In Loving Dedication to Oswald


This is Oswald. Her story is a long one, and one that led to a huge surprise in my life, and a lot of lessons learned about rabbits and rabbit care. She left us last week. The pain is still there, and I still tear up when I think about her. But I need to write about this, because I want to remember her, and want to give her a proper goodbye.

It began in April, when the Woodstock Farm Animal Sanctuary Facebook shared a photo of a black rabbit, named Mikey, who was in need of a home. An ASPCA worker had seen him for sale at a halal butcher shop in Brooklyn, being sold by the pound. She got him out of there, and gave him a new home. However Mikey needed a forever home, one that wasn’t full of other ASPCA rescues like dogs and cats. Steve felt a connection to Mikey, and we decided to take him in, because we could neuter him and, hopefully, give Bonnie a companion she was longing for and a playmate.

We brought Mikey home in May, but decided on a new name, Oswald (the lucky rabbit).  Oswald was peculiar, very overwhelming due to his size, a little bit of a go-getter, especially when it came to food. He would inhale carrots, handfuls of hay and lettuce. He had a clipped ear (as you can see  in the photo above), and I wish I knew the story behind it, but it gave him a personality quirk that made him loveable. He did a binky when we let him out of his cage, and he had a sweet habit of thumping every where, a way of saying “hey, this is new! watch out!” We made an appointment for Oswald the following week to have him neutered.

Bonnie scoping out her new friend.

Bonnie scoping out her new friend.

The day of the vet visit, I got a call from Steve. The vet confirmed Oswald was a girl. We were a little shocked, but we had a feeling this could have changed. We decided to go ahead with the neutering process. An hour later, I get a call from Steve, stunned and strangely happy: she’s pregnant, she is going to have babies. Four, maybe five of them. This moment left me speechless. What started as just an attempt to help a rabbit and give her a new home turned into many rabbits. A lot of questions ran through my head: How did it happen? How many would she definitely have? How do I help a nursing rabbit? Should we keep her name as Oswald? These were all things I never knew I would deal with.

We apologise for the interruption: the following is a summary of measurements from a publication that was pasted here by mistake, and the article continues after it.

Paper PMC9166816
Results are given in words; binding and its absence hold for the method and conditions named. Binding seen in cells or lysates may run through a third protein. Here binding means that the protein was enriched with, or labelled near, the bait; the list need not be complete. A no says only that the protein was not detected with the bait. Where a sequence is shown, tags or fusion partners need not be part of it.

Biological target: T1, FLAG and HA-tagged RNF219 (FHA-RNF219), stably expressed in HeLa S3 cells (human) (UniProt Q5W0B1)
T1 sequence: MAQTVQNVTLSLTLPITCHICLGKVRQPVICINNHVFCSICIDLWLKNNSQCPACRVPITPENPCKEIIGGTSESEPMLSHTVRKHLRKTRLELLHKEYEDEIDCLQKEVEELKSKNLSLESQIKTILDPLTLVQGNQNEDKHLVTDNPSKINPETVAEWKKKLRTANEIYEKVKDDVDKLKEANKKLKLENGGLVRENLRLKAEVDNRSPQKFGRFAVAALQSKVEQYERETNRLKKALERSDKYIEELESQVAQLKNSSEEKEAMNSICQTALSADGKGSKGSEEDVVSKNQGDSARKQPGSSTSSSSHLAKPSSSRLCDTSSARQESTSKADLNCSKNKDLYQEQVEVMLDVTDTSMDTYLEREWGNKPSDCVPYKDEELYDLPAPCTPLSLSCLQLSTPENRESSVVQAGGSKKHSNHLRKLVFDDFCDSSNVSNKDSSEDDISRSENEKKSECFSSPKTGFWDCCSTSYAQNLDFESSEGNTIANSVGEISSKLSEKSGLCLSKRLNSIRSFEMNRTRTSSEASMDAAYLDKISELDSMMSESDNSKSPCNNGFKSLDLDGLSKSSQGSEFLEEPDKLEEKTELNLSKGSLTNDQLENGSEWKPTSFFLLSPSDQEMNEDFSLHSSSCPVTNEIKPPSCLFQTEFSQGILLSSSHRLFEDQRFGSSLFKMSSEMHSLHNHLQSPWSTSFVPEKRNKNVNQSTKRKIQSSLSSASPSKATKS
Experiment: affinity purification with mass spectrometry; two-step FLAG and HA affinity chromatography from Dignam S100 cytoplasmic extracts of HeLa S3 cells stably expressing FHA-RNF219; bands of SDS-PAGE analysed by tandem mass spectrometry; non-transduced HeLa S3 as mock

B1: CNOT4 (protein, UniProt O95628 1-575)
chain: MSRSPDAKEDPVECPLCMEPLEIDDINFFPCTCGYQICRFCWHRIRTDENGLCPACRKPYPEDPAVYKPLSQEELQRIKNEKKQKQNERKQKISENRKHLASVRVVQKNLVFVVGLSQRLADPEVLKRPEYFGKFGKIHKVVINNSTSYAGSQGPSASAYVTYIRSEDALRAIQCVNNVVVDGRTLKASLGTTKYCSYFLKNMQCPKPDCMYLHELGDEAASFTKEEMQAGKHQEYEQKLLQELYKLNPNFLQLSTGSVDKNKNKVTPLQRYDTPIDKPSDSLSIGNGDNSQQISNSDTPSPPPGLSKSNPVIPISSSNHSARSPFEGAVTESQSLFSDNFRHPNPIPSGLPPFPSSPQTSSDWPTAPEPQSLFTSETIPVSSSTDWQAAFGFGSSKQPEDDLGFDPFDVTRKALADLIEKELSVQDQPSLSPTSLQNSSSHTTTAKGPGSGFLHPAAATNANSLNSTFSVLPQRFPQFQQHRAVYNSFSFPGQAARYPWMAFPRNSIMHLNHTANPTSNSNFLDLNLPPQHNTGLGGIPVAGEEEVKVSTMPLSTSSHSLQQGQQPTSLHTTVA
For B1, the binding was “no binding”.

But it turned out, it wasn’t hard at all. Because female rabbits, when the time comes to giving birth, know what to do. You just need to give them the resources to make them happy and comfortable. Two days after finding out she was pregnant, Oswald began attempting to build a nest, piling up layers of hay in her mouth. We gave her multiple boxes and left her in the kitchen, and in the morning, one box, with a hole in its side, contained massive amounts of her fur, and deep with that fur pile, were five babies.


Born around May 15, the babies were all healthy. The black one was the runt of the little, but we helped to feed her. Typically mother rabbits nurse their babies once a day, and throughout the day pretend they don’t exist, for safety reasons. They didn’t mind, as they slept in a big pile all day. Meanwhile, Oswald was still chubby, and happy. She loved to be given treats like bananas and veggies. Almost so much that it was impossible to be in the kitchen without her begging. This was a character trait that was adorable, but also worrisome for me. Did she get enough food when at that butcher shop? She wasn’t skinny, but she acted towards food like it was something she would never see again, or had to fight for. Still, we were happy to give her food and her favorite of treats.

And so the babies grew:


And we were all happy. It was hard at times to take care of seven rabbits, but we were happy. Everyone was healthy. And then suddenly, Oswald wasn’t healthy, and wasn’t doing well. She became disinterested in her food, and didn’t finish her bowl of lettuce. She began to sit listlessly with her head bowed. She would eat a little bit of hay but not the way she normally did. We brought her to the vet, and he saw a mass in her tummy. He gave her pain medications, medications for her tummy, and gave us CriticalCare, liquid food used to help a rabbit eat when it needs it most. She wasn’t eating, and needed to eat. But she would not take the CriticalCare no matter how hard we tried. She responded poorly to any help, and before we knew it, she had passed in our arms as we tried to comfort her.